All of that meaning…yes…I had two waistcoats on the go. The second, though, takes a slightly different route. This one has been more of a draping excercise and a piece that is evolving with no clear plan. Just seeing where the pieces of the jacket take me. I’m actually really excited about where this is heading and a little gutted I didn’t get it finished in time for this post…
Essentially, the jacket fronts are probably the most challenging to reuse because of all the detail and structure. So I really wanted to focus a project specifically on those. Here they are. The details have been unpicked and removed but the structure is still there in the form of interfacing welded on!
One of the reasons this one is taking a bit longer is that draping on yourself is a bit tricky. (The mannequin is nowhere near my shape and size). So I’ve been pinning it onto myself, through my clothes and onto my bra to get the positioning right. Here you can see I’ve overlapped the original dart legs by a much larger margin until it fits and follows my bust shape…
That’s been topstitched in place and it makes for some interesting lines with the stripes I think!
That was my jumping off point, and from there I’ve been gradually adding sections of offcuts from the jacket to build up a garment shell, which I will then sew together properly and line with the remainder of the lining…
Not sure what this will end up as. But It’s a creative process I’m really enjoying and will keep you posted. (I really need to pad that mannequin out to my shape. Would make it so much quicker!)
The other thing I’ve been playing with is the canvas I removed from the jacket fronts…
I’ve pieced some of it together using a zig zag/butt join method until I have one larger piece to work with. It struck me that with such an obvious and clear weave (like a slightly finer Ada) it would be a good candidate for some hand embroidery. So I’ve been experimenting, using the weave as a guide for stitch counting…
Right from the get go this make, and this post, has been like pulling teeth for me. But despite that a really enjoyable challenge. The good news is, that there is plenty of fabric to work with. If you work WITH it I think. But this one is very very time consuming. (Oh the unpicking!! Don’t start me on that!) So if you’re going to take part, get your skates on and get started.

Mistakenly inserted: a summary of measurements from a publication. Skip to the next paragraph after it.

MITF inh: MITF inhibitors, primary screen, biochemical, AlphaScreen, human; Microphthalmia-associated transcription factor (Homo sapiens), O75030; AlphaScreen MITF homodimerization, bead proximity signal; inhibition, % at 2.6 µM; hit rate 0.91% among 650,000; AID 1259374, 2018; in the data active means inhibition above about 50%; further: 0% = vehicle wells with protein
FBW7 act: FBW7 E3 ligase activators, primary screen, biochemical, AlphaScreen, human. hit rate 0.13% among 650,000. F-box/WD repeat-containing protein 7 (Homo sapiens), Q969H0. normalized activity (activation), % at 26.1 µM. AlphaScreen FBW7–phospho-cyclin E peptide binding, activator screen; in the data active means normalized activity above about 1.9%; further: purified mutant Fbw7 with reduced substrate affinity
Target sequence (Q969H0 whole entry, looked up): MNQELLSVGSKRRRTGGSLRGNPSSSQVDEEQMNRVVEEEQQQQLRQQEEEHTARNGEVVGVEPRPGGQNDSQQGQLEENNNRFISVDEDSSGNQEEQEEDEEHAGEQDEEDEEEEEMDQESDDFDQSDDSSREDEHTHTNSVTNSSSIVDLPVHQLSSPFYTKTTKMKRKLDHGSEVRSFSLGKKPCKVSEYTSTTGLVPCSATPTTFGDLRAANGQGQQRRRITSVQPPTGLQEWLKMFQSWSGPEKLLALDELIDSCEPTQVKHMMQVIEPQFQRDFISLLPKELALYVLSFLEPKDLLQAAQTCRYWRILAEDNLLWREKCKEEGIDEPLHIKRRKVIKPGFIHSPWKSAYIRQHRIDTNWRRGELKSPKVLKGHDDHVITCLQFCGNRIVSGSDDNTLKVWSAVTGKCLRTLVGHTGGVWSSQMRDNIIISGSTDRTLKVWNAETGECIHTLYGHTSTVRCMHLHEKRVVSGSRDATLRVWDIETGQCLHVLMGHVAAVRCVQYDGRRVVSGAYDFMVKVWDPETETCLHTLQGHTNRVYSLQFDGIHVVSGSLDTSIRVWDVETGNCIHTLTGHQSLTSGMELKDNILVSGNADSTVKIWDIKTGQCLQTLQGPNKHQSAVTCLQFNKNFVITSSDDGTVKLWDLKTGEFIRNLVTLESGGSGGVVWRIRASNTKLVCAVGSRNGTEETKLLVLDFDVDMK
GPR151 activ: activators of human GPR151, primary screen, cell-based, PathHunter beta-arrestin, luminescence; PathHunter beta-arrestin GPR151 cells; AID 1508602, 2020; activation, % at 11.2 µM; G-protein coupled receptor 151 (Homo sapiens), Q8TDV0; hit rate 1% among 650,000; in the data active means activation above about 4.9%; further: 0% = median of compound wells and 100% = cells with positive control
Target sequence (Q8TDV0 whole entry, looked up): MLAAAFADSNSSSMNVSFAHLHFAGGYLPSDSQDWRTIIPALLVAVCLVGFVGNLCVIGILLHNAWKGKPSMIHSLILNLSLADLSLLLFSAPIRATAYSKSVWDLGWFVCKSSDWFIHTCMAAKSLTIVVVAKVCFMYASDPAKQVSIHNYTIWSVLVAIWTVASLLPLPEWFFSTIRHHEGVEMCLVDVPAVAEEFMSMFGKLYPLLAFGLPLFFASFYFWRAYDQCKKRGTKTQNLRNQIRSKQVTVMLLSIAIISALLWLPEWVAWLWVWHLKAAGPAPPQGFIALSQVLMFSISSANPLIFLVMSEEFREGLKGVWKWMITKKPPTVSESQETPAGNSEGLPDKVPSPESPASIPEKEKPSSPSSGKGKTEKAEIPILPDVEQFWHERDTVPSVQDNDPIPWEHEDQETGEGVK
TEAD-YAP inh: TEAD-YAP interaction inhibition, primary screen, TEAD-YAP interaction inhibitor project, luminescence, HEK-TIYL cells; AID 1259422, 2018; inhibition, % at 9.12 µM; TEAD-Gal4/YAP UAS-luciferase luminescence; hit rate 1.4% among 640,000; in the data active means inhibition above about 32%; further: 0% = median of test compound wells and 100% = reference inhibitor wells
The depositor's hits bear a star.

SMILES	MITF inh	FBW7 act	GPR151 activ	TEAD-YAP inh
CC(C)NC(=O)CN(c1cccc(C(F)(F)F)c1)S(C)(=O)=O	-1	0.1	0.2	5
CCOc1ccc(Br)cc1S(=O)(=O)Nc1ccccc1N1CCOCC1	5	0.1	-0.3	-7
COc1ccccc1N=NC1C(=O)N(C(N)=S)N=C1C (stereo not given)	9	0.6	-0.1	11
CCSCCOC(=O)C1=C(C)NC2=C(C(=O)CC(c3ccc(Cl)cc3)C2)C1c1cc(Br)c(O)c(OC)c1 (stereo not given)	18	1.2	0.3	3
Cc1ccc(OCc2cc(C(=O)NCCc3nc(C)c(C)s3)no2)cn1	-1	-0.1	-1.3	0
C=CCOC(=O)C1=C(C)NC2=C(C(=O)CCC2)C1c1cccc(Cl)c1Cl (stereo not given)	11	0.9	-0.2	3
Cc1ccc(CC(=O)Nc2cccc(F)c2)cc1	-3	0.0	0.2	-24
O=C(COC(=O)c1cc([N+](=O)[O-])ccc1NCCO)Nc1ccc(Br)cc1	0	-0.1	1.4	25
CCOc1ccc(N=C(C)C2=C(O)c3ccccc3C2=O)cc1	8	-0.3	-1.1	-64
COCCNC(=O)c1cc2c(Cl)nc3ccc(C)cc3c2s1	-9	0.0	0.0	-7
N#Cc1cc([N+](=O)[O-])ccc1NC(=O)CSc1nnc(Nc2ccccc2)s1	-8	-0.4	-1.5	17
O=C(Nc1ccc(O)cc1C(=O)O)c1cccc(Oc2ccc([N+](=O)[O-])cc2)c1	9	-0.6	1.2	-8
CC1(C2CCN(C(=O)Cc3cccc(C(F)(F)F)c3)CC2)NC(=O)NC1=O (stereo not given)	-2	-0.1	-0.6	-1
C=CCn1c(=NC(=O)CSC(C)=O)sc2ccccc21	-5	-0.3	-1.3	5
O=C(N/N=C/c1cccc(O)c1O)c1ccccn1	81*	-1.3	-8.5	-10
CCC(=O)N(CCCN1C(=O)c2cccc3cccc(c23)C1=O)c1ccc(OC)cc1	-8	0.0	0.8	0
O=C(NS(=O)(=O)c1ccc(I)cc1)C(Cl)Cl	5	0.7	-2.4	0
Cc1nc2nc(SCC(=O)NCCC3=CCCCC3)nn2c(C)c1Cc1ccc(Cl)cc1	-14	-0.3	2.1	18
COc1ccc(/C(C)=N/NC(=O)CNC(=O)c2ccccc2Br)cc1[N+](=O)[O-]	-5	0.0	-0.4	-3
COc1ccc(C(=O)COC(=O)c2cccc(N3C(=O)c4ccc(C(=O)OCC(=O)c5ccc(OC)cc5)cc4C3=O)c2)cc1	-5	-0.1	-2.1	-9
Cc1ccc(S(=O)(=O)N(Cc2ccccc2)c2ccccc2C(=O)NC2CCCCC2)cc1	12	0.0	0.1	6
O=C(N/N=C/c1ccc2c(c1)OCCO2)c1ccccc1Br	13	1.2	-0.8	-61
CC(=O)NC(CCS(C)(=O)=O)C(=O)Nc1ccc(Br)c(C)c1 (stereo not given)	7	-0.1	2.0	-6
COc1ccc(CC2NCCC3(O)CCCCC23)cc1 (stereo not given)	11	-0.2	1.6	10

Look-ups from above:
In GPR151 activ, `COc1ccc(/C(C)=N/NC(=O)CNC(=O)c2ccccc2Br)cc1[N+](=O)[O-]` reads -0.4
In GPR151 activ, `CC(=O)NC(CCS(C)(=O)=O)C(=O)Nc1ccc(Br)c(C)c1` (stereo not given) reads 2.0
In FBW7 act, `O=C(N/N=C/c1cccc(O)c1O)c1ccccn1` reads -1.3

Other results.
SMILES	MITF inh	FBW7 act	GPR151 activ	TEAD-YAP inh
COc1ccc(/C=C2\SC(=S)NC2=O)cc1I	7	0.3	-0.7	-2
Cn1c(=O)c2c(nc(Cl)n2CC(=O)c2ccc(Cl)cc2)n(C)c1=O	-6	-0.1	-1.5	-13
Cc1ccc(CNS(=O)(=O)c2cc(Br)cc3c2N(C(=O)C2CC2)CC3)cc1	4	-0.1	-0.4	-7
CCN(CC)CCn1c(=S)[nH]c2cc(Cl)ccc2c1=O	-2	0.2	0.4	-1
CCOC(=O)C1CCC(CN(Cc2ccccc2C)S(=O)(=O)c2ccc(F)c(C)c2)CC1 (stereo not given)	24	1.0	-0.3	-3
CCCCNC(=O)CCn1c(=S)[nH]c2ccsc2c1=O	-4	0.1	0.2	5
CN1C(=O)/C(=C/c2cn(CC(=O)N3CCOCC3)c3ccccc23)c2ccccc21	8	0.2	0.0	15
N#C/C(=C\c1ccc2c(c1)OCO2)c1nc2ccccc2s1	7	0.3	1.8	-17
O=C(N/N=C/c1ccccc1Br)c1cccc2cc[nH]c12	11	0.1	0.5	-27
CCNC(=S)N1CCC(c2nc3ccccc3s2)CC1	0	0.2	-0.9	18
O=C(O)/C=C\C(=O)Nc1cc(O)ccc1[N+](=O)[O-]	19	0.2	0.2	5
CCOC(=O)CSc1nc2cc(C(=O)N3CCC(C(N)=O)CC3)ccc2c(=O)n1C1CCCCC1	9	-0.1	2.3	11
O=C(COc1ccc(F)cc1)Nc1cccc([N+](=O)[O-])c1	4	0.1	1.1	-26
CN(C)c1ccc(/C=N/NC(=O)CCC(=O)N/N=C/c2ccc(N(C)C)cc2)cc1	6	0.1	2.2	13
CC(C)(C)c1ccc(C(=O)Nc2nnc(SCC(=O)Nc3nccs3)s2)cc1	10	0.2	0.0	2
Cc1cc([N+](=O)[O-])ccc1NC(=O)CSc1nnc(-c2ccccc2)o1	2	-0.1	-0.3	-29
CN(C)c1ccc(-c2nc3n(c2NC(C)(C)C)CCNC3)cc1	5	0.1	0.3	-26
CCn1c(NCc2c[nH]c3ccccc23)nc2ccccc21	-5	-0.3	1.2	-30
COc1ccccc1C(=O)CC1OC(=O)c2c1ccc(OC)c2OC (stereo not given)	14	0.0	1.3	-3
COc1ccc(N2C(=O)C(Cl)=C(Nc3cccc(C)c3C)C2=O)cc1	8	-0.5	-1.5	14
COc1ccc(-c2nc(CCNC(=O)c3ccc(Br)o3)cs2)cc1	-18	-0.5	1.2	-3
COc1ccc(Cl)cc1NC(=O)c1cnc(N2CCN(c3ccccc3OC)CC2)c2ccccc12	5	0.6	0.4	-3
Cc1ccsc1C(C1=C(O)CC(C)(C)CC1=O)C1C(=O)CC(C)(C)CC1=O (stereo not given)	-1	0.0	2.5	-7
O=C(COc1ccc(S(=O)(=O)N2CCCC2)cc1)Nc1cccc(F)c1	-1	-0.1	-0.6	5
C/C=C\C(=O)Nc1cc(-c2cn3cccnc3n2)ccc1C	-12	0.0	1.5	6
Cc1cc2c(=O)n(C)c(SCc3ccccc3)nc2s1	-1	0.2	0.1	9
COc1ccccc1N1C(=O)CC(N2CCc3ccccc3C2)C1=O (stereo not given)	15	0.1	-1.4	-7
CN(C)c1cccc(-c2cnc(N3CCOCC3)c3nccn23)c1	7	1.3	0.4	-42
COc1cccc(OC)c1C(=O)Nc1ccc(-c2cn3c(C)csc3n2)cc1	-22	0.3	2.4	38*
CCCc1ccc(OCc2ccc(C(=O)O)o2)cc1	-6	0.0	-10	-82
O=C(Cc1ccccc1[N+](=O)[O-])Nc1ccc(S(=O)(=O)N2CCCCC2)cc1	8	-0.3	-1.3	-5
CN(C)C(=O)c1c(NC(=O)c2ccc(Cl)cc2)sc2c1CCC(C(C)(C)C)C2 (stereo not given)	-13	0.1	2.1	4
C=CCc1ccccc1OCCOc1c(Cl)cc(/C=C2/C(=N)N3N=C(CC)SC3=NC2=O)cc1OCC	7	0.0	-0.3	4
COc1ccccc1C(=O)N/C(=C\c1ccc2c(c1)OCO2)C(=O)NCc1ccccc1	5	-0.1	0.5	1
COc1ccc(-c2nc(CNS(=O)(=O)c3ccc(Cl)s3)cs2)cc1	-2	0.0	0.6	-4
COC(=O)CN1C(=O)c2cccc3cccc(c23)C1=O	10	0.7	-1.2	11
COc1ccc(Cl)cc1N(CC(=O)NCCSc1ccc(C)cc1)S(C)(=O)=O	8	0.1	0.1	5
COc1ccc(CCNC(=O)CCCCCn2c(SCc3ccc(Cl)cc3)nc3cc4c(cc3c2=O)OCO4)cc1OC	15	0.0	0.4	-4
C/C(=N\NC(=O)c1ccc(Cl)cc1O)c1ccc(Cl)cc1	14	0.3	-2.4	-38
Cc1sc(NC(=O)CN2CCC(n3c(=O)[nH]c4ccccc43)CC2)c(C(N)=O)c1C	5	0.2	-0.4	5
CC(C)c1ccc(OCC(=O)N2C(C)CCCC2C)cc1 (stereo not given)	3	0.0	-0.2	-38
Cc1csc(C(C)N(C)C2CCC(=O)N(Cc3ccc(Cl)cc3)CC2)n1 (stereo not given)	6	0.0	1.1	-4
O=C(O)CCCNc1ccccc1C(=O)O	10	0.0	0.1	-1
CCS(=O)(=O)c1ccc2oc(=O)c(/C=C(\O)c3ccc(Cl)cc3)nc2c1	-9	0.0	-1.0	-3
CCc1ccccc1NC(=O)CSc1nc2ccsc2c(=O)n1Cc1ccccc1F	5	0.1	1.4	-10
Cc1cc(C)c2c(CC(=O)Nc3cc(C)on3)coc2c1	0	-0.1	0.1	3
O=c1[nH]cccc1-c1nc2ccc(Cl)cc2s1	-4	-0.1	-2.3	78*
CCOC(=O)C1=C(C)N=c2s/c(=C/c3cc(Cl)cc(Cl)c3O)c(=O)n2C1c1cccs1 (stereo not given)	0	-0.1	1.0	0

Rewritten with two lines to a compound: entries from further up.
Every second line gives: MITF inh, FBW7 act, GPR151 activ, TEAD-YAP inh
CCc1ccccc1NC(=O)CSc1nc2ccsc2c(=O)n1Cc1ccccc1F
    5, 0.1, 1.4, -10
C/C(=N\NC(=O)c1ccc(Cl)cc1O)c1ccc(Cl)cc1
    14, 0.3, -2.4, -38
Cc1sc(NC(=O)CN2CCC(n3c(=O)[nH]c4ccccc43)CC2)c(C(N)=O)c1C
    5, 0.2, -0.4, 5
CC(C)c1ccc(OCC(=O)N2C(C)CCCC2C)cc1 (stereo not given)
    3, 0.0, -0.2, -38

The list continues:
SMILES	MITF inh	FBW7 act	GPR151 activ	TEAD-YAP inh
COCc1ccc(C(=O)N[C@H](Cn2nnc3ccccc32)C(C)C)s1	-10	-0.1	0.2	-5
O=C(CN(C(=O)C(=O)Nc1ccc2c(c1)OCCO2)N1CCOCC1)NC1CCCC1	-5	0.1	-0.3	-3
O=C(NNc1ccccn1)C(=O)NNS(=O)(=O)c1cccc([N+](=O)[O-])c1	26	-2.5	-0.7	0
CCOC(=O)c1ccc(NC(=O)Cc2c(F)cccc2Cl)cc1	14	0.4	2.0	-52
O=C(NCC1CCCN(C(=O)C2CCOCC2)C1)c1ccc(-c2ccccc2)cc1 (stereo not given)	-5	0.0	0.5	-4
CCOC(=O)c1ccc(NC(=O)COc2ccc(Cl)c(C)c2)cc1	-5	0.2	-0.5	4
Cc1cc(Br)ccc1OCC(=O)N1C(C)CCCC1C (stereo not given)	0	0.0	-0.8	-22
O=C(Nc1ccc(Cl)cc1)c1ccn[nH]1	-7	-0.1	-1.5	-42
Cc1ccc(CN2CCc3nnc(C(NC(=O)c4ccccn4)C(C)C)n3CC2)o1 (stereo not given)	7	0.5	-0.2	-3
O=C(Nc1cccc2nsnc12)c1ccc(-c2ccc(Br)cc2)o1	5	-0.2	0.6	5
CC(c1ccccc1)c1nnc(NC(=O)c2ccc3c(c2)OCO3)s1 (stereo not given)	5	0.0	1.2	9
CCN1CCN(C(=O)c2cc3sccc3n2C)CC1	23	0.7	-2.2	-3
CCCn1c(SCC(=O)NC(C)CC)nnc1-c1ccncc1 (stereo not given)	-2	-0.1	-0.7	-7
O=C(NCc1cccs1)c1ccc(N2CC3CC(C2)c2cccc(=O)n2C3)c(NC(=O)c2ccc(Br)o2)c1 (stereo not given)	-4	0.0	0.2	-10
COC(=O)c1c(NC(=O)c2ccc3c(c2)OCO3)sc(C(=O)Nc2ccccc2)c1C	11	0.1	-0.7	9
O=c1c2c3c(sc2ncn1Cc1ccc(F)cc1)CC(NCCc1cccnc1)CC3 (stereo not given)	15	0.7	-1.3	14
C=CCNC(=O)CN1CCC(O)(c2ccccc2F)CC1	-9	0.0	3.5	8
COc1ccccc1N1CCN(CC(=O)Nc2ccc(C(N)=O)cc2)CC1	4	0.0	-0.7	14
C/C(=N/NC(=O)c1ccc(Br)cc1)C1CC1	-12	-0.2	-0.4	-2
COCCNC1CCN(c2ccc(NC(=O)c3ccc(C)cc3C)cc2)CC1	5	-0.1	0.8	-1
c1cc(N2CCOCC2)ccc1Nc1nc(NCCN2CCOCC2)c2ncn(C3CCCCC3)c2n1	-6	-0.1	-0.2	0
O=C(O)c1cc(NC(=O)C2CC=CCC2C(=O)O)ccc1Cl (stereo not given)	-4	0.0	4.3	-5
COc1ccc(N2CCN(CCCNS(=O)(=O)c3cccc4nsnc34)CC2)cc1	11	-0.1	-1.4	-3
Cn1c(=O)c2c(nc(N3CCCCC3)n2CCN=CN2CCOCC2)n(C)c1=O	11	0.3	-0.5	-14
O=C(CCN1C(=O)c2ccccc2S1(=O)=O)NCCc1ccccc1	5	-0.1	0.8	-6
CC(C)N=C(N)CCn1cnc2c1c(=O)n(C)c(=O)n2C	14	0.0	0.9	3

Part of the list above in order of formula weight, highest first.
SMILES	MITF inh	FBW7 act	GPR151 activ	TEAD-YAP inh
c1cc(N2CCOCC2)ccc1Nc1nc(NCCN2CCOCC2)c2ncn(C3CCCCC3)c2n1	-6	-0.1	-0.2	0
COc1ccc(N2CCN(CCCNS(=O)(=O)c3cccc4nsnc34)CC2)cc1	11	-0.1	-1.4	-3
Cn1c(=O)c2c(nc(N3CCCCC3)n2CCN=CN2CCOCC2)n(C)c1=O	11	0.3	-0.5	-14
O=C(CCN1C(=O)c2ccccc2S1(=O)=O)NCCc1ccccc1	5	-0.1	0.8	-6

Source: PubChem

So that’s it! That’s me done and the blogger element of this challenge done too! From now on….it’s over to you! You have until 31st October to enter . Get cracking!
If you fancy getting your refashion on, but are in two minds about whether to enter this year’s community challenge;
- Check out our pinterest board for inspiration
- Check out the amazing prize package (yes you could win all that!)
- Go grab a suit and dive in!
….If you haven’t familiarised yourself with what the actual challenge is yet, essentially we want you to refashion an old, unworn or unloved suit! Simple as that! What counts as a suit you say? Definition here!
Man’s suit. Ladies suit. Doesn’t matter. Interpret how you see fit. If you’re breathing new life into a suit that would otherwise go unworn or be thrown away, THAT’S what counts.
BUT, if you want to be in with a chance of winning one of these amazing prize packages you’ll need to SHARE that refashion with us in one of the following ways:
- On Instagram: Share a pic using the hashtags #therefashioners2017 and #suitsyou
- On Facebook: There is a community board here where you can post your makes (You will need to request an invite to join)
Only entries shared via the above 2 methods will be entered into the competition. Closing date for entries is 31st October 2017 Midnight GMT.
Good luck!!! Get refashioning.
Oh and by the way…The Refashioners is going on the road this November!! If you fancy attending our very first “in person” workshop in London on 4th November….full deets here!!